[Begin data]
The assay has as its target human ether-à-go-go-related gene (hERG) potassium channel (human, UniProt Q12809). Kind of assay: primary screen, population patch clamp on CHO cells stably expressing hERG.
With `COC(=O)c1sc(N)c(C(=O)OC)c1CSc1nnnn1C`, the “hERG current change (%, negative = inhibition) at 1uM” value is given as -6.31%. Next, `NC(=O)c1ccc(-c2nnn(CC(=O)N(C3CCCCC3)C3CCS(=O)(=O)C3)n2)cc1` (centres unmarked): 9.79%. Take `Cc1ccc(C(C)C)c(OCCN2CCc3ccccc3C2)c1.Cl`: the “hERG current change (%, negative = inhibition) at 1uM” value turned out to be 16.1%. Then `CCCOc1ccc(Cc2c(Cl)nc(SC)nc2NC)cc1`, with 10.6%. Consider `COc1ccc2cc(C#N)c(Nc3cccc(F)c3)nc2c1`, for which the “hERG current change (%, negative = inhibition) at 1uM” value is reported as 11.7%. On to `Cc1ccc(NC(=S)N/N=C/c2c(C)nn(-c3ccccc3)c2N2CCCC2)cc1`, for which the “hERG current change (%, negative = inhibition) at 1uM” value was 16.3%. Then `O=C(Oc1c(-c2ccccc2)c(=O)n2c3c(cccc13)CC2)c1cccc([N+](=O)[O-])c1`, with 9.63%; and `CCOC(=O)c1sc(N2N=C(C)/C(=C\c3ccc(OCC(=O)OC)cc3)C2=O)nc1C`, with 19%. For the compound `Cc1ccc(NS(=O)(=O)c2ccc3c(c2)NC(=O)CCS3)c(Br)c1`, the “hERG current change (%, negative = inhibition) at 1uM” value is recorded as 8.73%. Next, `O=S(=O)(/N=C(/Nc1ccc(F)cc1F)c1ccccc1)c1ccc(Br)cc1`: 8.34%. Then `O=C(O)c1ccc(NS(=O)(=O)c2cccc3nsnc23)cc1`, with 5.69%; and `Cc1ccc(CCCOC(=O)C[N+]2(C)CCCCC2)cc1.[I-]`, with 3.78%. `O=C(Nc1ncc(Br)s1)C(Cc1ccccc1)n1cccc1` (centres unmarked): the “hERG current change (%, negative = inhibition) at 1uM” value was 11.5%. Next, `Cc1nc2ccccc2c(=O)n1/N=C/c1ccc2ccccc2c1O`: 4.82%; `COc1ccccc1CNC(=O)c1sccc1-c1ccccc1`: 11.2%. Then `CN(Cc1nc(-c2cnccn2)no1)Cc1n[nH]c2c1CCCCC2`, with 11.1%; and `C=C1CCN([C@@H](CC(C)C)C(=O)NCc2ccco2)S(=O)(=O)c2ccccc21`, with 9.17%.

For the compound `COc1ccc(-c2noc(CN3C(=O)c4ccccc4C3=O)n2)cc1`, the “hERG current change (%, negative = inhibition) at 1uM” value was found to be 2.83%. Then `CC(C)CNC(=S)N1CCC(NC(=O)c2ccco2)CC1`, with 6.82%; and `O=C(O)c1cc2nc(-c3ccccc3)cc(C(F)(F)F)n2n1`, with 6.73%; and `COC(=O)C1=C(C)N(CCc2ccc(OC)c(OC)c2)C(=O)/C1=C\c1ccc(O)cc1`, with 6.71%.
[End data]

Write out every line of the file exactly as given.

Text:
The assay has as its target human ether-à-go-go-related gene (hERG) potassium channel (human, UniProt Q12809). Kind of assay: primary screen, population patch clamp on CHO cells stably expressing hERG.
With `COC(=O)c1sc(N)c(C(=O)OC)c1CSc1nnnn1C`, the “hERG current change (%, negative = inhibition) at 1uM” value is given as -6.31%. Next, `NC(=O)c1ccc(-c2nnn(CC(=O)N(C3CCCCC3)C3CCS(=O)(=O)C3)n2)cc1` (centres unmarked): 9.79%. Take `Cc1ccc(C(C)C)c(OCCN2CCc3ccccc3C2)c1.Cl`: the “hERG current change (%, negative = inhibition) at 1uM” value turned out to be 16.1%. Then `CCCOc1ccc(Cc2c(Cl)nc(SC)nc2NC)cc1`, with 10.6%. Consider `COc1ccc2cc(C#N)c(Nc3cccc(F)c3)nc2c1`, for which the “hERG current change (%, negative = inhibition) at 1uM” value is reported as 11.7%. On to `Cc1ccc(NC(=S)N/N=C/c2c(C)nn(-c3ccccc3)c2N2CCCC2)cc1`, for which the “hERG current change (%, negative = inhibition) at 1uM” value was 16.3%. Then `O=C(Oc1c(-c2ccccc2)c(=O)n2c3c(cccc13)CC2)c1cccc([N+](=O)[O-])c1`, with 9.63%; and `CCOC(=O)c1sc(N2N=C(C)/C(=C\c3ccc(OCC(=O)OC)cc3)C2=O)nc1C`, with 19%. For the compound `Cc1ccc(NS(=O)(=O)c2ccc3c(c2)NC(=O)CCS3)c(Br)c1`, the “hERG current change (%, negative = inhibition) at 1uM” value is recorded as 8.73%. Next, `O=S(=O)(/N=C(/Nc1ccc(F)cc1F)c1ccccc1)c1ccc(Br)cc1`: 8.34%. Then `O=C(O)c1ccc(NS(=O)(=O)c2cccc3nsnc23)cc1`, with 5.69%; and `Cc1ccc(CCCOC(=O)C[N+]2(C)CCCCC2)cc1.[I-]`, with 3.78%. `O=C(Nc1ncc(Br)s1)C(Cc1ccccc1)n1cccc1` (centres unmarked): the “hERG current change (%, negative = inhibition) at 1uM” value was 11.5%. Next, `Cc1nc2ccccc2c(=O)n1/N=C/c1ccc2ccccc2c1O`: 4.82%; `COc1ccccc1CNC(=O)c1sccc1-c1ccccc1`: 11.2%. Then `CN(Cc1nc(-c2cnccn2)no1)Cc1n[nH]c2c1CCCCC2`, with 11.1%; and `C=C1CCN([C@@H](CC(C)C)C(=O)NCc2ccco2)S(=O)(=O)c2ccccc21`, with 9.17%.

For the compound `COc1ccc(-c2noc(CN3C(=O)c4ccccc4C3=O)n2)cc1`, the “hERG current change (%, negative = inhibition) at 1uM” value was found to be 2.83%. Then `CC(C)CNC(=S)N1CCC(NC(=O)c2ccco2)CC1`, with 6.82%; and `O=C(O)c1cc2nc(-c3ccccc3)cc(C(F)(F)F)n2n1`, with 6.73%; and `COC(=O)C1=C(C)N(CCc2ccc(OC)c(OC)c2)C(=O)/C1=C\c1ccc(O)cc1`, with 6.71%.